Xbox, Xbox, |ber alles

Quit whining. A Microsoft monopoly isn't always a bad thing -- especially if it kicks off a renaissance in gaming creativity.

By Wagner James Au
Published August 29, 2000 7:12PM (EDT)

An age-old theological debate has finally been resolved: Evil really does have a valuable place in the world.

Because last July, Beelzebub himself -- Bill Gates -- announced that Microsoft will spend half a billion dollars on marketing and sales for its new Xbox game console. Following that decree, he released 1,000 developer kits to game designers.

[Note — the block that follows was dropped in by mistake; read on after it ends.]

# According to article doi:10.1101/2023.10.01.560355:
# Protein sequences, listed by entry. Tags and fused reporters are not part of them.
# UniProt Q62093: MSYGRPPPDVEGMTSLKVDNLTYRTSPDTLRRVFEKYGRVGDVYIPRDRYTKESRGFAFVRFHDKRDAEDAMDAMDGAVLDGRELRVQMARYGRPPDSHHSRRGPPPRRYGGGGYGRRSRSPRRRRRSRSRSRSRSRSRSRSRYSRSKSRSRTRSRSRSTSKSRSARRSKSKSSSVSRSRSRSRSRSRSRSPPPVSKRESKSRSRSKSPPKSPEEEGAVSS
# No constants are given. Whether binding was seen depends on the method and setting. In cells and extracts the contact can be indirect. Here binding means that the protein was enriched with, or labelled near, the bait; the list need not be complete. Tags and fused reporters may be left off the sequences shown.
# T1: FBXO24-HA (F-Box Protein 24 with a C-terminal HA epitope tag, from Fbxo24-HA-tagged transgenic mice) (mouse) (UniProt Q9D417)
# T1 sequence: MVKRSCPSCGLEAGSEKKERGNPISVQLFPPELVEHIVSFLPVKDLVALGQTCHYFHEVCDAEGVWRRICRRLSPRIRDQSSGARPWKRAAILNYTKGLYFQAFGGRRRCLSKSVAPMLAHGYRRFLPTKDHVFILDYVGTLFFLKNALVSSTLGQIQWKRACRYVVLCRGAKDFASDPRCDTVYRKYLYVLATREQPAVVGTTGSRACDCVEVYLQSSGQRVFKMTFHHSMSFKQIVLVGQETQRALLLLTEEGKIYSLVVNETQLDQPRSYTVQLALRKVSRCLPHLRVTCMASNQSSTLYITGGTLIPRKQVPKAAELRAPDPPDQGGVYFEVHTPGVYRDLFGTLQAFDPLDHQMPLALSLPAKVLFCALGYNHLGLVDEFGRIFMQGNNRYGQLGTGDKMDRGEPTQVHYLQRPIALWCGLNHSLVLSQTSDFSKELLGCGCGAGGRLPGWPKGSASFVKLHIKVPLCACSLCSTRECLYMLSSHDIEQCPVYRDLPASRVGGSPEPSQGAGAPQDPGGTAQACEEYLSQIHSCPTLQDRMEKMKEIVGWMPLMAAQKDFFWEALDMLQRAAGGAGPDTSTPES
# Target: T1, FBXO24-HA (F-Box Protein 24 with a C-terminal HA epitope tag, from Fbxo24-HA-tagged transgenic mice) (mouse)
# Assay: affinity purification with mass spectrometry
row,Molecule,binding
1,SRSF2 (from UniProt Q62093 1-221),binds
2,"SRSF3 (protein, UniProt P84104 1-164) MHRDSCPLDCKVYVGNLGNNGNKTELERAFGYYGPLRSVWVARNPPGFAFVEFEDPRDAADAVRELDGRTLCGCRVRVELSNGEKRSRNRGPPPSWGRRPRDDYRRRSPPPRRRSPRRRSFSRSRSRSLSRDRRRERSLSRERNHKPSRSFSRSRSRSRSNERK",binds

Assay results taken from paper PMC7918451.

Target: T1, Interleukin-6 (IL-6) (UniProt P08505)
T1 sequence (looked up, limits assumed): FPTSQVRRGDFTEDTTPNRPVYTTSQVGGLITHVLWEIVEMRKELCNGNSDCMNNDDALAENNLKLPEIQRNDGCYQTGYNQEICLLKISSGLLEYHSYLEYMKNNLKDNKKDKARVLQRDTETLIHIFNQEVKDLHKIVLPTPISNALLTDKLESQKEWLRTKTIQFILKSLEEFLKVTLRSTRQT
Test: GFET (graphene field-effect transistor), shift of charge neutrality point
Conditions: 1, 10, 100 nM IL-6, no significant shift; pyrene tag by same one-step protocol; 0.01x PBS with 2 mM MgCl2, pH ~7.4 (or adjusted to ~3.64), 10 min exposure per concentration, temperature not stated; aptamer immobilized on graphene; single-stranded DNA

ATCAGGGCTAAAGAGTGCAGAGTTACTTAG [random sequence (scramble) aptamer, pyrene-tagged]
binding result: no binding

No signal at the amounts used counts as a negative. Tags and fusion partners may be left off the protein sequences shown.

Two months earlier, Gates sent shock waves through the gaming community when it was revealed that he had ordered his minions to buy premier computer game studio Bungie Software, creator of the beloved Marathon and Myth series and one of the last independent studios to publish its own titles. Game-loving hobbits and elves could only shudder -- the dark shadow of software's Sauron was inexorably expanding its reach.

Indeed, the Chicago company thus sent in exodus to the rain-swept campus of Redmond, Wash., was but the latest to make the unholy alliance, joining Relic, Gas Powered Games, Ensemble Studios (creator of Age of Empires) and highly admired Wing Commander designer Chris Roberts, among others.

But it was good. It was very, very good. Gamers should rejoice.